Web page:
The new case brings the region’s pandemic tally to 2,163, of which 2,011 have resolved.
At least 46 people have died. The most recent death was reported on Feb. 17.
At least 106 cases are active in the county as of Thursday the health unit says. Three people are currently in hospital at Bluewater Health with COVID-19, while 46 are in hospital with COVID-19 tests pending.
The region is staying in red-control of Ontario’s COVID-19 response framework this week.
Lambton Public Health (LPH) is opening COVID-19 vaccine pre-registration for individuals who are 90 years of age and older Thursday. Immunization clinics for this group will begin on Saturday, March 6 and continue through the week of March 8 by appointment only.
To pre-register for a vaccination people can go to http://getthevaccine.ca/register.
Lambton Public Health also has a call centre on standby to assist with registrations. The call centre is open Monday to Friday from 8:30 a.m. to 4:30 p.m. at 519-383-8331. All eligible Lambton residents who pre-register will be called to confirm an appointment at one of two fixed-site clinics in Point Edward or Forest.
The health unit is expecting a high volume of calls and said the most efficient way for those who are eligible to sign up is by pre-registering via the online system.
“We are excited to begin administering vaccinations to this group,” said Dr. Sudit Ranade, Medical Officer of Health for Lambton County.
“Together with our partners, Lambton Public Health’s number one priority is to vaccinate as many people as possible, as quickly as we can. Vaccine supply is changing and we are confident deliveries will be larger and more consistent in the coming weeks.”
Caregivers who reside in the same household as an individual age 90 or older may also pre-register for the vaccine starting Thursday. Each individual can identify up to one in-home caregiver.
“Every public health region is at different stages in the rollout of the vaccine to prioritized groups identified under the Provincial guidance and phases,” said Dr. Ranade.
“While you wait to be vaccinated, please be kind and patient with one another as the rollout for our region moves forward based on vaccine supply. LPH and our partners are working tirelessly for this community, and will continue to do so until as many residents are immunized as possible.”
On Feb. 25, 1,200 Moderna doses were received, which were distributed via the Mobile Immunization Team.
The team has been administering followup doses to the first priority groups in Lambton, including for long-term care residents, high-risk retirement home residents, and those in Indigenous Elder Care Homes — a process set to finish by March 12, the health unit says.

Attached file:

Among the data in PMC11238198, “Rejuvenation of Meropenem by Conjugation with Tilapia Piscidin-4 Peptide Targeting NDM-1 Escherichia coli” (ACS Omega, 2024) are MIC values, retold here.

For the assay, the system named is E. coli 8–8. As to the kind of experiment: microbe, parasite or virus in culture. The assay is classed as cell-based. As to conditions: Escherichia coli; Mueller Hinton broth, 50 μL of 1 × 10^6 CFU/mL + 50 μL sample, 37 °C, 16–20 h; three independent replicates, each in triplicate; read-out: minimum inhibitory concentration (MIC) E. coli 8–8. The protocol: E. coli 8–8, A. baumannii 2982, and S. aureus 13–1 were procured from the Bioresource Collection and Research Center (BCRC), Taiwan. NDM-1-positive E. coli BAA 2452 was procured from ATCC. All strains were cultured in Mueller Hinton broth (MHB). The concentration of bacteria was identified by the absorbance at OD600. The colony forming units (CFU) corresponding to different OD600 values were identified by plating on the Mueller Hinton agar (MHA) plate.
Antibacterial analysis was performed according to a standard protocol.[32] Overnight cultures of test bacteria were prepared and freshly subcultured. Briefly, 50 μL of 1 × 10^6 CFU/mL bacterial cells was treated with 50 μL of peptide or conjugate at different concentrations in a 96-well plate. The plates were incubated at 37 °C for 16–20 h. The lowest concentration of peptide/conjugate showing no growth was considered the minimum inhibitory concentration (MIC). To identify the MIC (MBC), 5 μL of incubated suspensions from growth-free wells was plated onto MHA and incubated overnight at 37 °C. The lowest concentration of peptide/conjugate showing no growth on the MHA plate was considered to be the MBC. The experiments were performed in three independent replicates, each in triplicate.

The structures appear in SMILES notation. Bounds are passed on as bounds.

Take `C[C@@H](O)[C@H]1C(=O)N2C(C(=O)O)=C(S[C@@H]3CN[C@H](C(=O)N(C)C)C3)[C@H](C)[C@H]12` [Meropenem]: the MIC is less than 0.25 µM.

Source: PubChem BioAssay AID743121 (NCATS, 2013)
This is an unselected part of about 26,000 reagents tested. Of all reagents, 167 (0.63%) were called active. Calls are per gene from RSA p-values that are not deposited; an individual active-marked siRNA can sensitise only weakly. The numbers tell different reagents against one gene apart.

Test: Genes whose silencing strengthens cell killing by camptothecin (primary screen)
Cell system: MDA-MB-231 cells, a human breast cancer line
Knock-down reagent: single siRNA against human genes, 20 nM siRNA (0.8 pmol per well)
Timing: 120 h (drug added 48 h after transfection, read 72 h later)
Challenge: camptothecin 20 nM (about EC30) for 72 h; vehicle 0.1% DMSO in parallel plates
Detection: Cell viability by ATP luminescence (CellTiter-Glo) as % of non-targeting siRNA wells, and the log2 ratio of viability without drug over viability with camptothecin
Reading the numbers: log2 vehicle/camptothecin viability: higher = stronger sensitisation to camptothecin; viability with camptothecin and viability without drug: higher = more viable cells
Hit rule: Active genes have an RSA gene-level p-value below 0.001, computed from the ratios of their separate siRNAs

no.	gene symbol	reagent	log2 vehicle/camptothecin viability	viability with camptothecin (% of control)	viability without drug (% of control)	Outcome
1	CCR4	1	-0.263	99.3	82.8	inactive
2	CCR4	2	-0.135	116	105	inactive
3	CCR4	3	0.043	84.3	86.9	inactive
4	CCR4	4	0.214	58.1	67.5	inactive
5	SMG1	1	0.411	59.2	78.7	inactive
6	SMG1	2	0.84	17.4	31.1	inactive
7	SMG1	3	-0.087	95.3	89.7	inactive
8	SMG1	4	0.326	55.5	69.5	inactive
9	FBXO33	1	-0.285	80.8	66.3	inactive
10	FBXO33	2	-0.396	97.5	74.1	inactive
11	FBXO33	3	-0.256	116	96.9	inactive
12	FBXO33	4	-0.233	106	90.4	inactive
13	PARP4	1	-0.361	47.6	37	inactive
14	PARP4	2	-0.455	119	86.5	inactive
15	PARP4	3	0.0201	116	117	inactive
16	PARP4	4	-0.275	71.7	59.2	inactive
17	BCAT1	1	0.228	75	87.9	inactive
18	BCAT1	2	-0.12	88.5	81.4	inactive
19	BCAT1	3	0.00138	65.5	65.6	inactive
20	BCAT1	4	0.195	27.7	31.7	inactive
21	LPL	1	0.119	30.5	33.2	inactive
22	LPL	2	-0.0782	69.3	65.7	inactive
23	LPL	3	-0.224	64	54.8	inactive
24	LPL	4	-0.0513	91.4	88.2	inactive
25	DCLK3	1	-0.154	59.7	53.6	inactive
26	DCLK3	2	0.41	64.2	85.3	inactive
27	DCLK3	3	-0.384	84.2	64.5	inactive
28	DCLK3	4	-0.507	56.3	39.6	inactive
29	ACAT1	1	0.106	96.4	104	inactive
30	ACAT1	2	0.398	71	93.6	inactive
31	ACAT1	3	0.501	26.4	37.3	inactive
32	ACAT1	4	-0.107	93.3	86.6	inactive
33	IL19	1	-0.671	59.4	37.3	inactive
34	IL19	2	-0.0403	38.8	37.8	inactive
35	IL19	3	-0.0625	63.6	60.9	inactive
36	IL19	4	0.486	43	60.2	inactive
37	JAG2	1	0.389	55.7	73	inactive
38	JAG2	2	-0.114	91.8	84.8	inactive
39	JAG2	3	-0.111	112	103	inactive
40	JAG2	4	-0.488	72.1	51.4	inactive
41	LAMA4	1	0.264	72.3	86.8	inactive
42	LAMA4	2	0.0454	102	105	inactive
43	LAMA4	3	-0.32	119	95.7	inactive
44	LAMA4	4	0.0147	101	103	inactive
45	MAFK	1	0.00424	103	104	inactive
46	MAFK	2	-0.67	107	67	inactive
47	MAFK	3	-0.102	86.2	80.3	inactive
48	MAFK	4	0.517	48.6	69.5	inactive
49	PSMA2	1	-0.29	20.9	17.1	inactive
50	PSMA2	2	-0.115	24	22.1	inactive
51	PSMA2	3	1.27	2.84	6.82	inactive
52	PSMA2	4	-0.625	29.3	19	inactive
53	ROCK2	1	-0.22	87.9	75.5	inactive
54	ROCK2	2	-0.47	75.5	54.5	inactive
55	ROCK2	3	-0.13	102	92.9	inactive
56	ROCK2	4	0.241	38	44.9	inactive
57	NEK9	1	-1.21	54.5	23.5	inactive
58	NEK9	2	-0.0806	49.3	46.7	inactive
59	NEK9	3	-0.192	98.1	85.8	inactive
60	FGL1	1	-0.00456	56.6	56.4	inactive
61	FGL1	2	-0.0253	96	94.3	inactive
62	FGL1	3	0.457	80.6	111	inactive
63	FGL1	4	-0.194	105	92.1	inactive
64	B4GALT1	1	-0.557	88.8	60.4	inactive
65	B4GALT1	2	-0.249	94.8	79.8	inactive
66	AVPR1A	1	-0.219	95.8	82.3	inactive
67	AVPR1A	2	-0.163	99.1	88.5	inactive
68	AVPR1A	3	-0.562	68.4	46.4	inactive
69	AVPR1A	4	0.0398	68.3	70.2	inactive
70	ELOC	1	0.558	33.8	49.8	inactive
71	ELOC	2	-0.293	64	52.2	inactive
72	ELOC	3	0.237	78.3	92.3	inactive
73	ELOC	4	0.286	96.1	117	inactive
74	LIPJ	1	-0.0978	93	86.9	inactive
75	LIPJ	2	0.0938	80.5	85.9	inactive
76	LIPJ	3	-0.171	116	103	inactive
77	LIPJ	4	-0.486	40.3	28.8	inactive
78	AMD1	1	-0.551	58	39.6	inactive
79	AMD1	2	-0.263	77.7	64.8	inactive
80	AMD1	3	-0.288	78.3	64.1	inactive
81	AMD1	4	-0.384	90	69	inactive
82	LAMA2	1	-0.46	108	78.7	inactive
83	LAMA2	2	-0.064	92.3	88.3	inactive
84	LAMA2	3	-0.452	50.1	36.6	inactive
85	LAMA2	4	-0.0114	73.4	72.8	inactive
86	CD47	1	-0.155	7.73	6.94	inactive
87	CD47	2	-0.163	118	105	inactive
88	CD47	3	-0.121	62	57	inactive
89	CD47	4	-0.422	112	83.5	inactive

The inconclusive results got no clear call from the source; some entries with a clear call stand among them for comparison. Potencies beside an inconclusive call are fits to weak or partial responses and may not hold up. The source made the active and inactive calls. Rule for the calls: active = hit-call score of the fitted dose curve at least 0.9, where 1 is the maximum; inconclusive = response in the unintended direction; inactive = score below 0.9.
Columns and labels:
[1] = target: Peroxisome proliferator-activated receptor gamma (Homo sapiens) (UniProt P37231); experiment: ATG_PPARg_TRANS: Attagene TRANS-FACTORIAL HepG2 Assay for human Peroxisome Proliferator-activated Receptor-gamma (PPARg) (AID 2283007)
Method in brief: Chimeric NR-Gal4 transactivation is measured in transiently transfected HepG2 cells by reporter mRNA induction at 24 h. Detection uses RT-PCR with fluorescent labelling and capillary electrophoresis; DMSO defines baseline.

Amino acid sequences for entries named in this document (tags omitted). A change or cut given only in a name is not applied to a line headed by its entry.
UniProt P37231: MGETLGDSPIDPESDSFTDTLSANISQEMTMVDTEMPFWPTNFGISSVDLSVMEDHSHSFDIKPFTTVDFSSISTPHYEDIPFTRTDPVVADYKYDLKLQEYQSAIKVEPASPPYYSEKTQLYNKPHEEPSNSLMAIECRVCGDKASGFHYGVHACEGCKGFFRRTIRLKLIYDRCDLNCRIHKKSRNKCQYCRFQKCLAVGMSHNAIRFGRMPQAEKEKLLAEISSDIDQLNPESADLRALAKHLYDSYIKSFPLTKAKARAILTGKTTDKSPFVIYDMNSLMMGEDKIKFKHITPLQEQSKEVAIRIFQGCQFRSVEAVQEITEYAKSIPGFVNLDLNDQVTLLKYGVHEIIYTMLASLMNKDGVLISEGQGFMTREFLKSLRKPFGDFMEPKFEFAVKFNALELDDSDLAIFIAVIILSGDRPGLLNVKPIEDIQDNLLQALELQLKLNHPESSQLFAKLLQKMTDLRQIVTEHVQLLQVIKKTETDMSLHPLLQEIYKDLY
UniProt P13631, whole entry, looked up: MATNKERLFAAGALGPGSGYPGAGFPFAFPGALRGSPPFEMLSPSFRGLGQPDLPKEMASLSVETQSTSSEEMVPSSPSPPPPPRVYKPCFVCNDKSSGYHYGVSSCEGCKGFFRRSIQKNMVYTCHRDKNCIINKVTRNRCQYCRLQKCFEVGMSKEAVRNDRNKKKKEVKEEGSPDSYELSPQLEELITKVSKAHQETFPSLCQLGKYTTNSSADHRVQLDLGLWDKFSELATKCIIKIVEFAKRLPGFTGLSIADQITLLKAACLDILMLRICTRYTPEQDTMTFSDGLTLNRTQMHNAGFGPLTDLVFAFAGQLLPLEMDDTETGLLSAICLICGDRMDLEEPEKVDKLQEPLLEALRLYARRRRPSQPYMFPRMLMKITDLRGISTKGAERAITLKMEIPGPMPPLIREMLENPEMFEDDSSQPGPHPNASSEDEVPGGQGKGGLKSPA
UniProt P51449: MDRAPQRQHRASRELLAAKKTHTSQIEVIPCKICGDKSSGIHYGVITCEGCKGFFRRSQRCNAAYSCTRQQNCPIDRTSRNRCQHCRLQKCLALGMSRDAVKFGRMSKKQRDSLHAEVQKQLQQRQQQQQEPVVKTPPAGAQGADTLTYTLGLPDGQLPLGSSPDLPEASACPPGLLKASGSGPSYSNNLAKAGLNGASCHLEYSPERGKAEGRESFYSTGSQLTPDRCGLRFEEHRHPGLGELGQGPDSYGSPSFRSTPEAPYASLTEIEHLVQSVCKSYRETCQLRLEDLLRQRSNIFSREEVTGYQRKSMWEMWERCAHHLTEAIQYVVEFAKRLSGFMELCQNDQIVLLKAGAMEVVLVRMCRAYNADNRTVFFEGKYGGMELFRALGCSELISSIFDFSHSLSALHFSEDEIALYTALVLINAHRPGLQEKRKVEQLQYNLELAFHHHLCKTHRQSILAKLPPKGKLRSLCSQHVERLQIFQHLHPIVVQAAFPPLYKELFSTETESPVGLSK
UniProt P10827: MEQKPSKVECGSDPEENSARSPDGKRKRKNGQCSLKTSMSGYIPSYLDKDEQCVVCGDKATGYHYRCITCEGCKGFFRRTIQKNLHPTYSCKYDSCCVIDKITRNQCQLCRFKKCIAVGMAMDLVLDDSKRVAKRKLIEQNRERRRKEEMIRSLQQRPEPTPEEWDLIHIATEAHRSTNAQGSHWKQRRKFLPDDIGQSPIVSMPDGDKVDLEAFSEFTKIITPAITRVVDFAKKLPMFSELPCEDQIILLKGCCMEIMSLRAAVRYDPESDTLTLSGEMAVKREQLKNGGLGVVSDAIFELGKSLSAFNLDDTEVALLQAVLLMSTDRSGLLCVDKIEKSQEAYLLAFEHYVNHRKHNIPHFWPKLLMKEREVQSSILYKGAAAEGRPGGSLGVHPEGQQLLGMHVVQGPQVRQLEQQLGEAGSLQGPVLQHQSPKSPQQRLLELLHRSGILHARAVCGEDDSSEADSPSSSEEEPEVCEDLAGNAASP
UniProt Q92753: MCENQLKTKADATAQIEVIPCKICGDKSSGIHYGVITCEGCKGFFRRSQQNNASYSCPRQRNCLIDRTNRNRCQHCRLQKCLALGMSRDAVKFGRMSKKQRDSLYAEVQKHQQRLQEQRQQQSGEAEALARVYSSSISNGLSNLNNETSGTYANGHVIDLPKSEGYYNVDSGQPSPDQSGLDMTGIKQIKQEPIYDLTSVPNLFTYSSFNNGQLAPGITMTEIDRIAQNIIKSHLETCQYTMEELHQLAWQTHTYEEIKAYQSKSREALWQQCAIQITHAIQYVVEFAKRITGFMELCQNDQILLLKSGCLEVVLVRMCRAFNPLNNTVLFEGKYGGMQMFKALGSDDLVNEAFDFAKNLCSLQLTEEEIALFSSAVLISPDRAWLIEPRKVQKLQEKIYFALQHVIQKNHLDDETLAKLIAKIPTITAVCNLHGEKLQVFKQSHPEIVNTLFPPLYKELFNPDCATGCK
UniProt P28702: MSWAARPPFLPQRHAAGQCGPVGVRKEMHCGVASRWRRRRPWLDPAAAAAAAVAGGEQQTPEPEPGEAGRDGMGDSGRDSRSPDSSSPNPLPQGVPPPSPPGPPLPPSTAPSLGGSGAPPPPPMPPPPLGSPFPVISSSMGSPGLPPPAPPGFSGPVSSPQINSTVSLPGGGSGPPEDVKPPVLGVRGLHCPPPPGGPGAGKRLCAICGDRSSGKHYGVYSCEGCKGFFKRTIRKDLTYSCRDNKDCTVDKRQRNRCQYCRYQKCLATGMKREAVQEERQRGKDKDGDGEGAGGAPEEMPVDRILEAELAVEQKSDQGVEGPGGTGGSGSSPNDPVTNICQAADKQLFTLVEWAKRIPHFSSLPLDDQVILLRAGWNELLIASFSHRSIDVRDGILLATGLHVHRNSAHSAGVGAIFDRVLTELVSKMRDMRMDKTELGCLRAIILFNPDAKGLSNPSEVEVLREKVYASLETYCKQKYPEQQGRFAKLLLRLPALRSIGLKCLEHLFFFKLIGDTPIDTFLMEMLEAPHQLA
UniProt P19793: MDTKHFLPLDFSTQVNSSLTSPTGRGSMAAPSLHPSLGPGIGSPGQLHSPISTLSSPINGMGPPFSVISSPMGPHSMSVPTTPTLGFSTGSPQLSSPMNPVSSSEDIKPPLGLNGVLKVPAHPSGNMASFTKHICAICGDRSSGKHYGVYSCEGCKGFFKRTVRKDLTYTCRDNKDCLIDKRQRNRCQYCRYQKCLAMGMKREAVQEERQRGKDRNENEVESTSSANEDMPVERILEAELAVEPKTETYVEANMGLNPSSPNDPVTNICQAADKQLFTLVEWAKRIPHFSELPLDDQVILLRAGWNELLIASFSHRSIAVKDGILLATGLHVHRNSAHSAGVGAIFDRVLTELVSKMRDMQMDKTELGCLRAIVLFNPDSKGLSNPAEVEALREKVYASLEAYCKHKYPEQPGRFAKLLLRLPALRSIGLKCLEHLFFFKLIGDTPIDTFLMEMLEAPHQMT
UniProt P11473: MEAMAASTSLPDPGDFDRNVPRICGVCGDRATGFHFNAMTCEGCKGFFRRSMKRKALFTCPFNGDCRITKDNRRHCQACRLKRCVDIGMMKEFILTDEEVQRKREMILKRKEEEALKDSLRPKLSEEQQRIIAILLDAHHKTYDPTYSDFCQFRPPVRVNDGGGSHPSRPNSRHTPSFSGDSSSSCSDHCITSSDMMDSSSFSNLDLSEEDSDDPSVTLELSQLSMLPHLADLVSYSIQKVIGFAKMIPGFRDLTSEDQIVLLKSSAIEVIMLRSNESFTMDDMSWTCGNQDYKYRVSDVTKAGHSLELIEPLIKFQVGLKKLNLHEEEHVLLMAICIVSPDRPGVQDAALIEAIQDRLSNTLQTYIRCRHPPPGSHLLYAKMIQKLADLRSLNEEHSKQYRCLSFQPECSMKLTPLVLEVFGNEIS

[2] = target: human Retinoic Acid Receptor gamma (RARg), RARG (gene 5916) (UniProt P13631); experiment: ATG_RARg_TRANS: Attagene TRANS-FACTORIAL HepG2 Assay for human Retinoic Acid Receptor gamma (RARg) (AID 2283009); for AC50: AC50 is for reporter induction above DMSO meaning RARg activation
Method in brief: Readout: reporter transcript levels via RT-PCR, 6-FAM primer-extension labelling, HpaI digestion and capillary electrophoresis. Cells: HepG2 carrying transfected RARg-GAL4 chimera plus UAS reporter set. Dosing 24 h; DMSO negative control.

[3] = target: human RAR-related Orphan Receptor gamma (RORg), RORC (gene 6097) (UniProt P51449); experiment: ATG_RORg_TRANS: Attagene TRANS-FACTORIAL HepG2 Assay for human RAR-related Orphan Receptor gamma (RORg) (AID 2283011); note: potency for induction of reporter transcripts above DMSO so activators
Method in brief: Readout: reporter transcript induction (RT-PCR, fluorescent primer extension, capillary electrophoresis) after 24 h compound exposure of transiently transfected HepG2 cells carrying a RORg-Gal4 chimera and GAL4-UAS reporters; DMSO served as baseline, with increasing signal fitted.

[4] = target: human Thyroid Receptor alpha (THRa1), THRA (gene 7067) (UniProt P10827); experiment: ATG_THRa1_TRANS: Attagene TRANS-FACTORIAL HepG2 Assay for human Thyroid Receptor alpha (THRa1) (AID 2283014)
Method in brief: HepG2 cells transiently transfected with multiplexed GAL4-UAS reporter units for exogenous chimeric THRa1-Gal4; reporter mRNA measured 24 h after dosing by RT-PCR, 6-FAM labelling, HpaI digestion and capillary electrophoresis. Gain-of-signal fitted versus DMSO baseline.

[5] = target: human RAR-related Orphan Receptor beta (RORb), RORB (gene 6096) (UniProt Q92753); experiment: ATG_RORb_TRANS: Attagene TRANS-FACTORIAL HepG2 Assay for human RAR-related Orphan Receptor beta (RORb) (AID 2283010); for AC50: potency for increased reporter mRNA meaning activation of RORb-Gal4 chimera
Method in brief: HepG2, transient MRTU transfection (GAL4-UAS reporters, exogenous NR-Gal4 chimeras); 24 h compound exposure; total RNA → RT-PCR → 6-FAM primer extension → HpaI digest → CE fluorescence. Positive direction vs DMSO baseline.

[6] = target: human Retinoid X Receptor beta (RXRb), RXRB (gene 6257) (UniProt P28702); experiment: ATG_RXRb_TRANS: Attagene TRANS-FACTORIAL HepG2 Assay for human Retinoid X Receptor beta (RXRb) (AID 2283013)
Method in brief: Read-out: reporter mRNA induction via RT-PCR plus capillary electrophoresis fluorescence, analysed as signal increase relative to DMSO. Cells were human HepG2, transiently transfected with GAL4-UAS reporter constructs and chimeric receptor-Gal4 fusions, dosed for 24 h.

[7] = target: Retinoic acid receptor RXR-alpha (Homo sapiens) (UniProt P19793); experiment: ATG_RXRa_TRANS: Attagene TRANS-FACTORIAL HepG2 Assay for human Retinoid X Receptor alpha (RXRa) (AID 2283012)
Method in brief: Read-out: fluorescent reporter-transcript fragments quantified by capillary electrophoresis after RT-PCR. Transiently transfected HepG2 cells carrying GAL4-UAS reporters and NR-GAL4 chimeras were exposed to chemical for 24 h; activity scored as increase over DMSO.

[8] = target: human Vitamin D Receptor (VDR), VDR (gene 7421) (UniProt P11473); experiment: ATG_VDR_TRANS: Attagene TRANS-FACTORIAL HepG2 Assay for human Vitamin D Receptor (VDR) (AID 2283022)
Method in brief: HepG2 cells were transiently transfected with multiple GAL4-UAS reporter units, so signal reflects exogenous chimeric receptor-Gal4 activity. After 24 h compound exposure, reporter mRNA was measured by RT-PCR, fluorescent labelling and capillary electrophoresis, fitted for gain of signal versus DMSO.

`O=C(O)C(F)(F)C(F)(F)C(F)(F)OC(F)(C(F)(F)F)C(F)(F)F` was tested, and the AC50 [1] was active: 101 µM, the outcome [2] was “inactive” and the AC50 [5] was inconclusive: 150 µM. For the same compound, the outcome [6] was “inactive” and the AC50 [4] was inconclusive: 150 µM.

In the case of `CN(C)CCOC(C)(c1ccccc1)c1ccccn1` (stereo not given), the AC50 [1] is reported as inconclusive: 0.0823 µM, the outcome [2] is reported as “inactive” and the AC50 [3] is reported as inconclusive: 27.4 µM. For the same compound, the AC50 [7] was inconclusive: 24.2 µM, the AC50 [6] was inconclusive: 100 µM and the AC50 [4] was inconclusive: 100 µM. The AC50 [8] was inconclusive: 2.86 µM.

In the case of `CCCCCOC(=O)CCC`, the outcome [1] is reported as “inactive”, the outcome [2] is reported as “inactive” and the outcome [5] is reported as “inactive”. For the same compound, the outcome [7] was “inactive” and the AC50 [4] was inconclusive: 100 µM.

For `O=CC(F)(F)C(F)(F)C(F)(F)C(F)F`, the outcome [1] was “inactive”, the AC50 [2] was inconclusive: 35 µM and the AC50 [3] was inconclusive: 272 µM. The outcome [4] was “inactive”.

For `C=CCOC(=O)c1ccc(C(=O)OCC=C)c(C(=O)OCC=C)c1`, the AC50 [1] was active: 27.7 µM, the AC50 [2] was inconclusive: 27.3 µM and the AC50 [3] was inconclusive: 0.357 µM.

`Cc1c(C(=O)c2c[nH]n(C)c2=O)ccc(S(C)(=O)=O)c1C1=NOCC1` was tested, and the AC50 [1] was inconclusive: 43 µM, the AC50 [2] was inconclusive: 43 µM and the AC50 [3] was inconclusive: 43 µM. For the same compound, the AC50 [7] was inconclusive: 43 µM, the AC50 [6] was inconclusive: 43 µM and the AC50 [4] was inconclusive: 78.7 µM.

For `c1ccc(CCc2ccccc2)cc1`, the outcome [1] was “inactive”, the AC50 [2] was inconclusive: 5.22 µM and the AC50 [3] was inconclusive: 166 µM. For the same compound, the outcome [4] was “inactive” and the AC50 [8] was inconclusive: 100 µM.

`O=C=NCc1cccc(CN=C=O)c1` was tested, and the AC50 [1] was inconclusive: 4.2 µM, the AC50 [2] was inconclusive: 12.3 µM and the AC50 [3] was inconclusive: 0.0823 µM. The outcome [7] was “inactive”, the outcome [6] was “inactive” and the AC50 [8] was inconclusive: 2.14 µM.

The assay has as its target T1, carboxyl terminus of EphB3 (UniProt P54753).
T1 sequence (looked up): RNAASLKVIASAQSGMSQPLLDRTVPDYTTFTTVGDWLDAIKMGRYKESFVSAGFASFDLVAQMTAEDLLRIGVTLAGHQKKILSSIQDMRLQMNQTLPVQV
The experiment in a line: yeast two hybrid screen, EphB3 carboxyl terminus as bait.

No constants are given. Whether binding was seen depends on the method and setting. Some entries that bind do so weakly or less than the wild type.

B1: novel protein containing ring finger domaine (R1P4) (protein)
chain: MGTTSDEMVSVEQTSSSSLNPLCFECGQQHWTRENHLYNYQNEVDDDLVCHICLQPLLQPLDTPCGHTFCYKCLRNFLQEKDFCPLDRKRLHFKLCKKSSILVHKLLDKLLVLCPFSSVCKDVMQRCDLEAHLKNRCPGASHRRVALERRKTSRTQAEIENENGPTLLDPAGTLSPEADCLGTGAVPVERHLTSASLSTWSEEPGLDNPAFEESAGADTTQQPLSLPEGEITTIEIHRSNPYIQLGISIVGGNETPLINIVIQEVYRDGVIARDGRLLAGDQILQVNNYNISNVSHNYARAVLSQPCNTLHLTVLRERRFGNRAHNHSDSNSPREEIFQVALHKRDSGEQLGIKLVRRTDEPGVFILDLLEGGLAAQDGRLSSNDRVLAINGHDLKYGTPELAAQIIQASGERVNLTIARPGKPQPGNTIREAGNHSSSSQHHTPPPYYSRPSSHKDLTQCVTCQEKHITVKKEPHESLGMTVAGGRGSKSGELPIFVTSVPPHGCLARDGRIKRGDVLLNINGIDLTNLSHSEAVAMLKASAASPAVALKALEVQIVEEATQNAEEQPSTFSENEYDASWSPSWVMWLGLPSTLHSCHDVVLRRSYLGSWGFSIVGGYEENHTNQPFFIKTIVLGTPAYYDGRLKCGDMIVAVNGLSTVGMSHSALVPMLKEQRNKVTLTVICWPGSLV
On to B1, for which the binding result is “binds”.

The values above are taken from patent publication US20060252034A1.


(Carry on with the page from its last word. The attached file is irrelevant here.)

The county saw 3,500 new Pfizer doses arrive on Monday, doses that are set to be doled out at one of the three fixed vaccination clinics in Lambton beginning this week. The vaccines will be administered to staff and essential caregivers of long-term care and retirement homes by invitation only.
The health unit notes the vaccination clinics are operating on an invitation-only basis right now, but will be open to additional priority groups in the future.
Meanwhile, no outbreaks have been declared or resolved.
Six outbreaks remain active, including three at seniors’ facilities, one at a shelter, one at Sarnia’s jail and one at a workplace.
The active seniors’ facility outbreaks were declared on:
- Feb. 24 at Marshall Gowland Manor in Sarnia (three staff cases)
- Feb. 19 at Twin Lakes Terrace in Sarnia (one staff case)
- Feb. 10 at Country Manor Estates in Lambton Shores (two resident, one staff case)
The shelter outbreak is located at Good Shepherd’s Lodge in Sarnia and is tied to eight cases involving five residents and three staff.
The jail outbreak was declared on Feb. 7 and has been linked to 47 inmate and five staff cases, data unchanged from the day before.
One workplace outbreak, declared Feb. 25, is also active in the region, associated with eight cases. Few details have been released.
Elsewhere, 15 school cases remain active in the region:
- Alexander Mackenzie Secondary School (1 case)
- Lambton Central Collegiate & Vocational Institute (1 case)
- King George VI Public School Sarnia (1 case)
- Colonel Cameron Public School (1 case)
- Gregory A. Hogan Catholic School (2 cases)
- Holy Rosary Catholic School (two cases)
- Northern Collegiate Institute & Vocational School (1 case)
- North Lambton Secondary School (3 cases)
- Queen Elizabeth II Public School – Sarnia (1 case)
- St. Joseph Catholic School (2 cases)
At least 1.9 per cent of tests came back positive as of the week of Feb. 14, according to the health unit. At least 3,733 people were tested.
— With files from Matthew Trevithick, Gabby Rodrigues, and The Canadian Press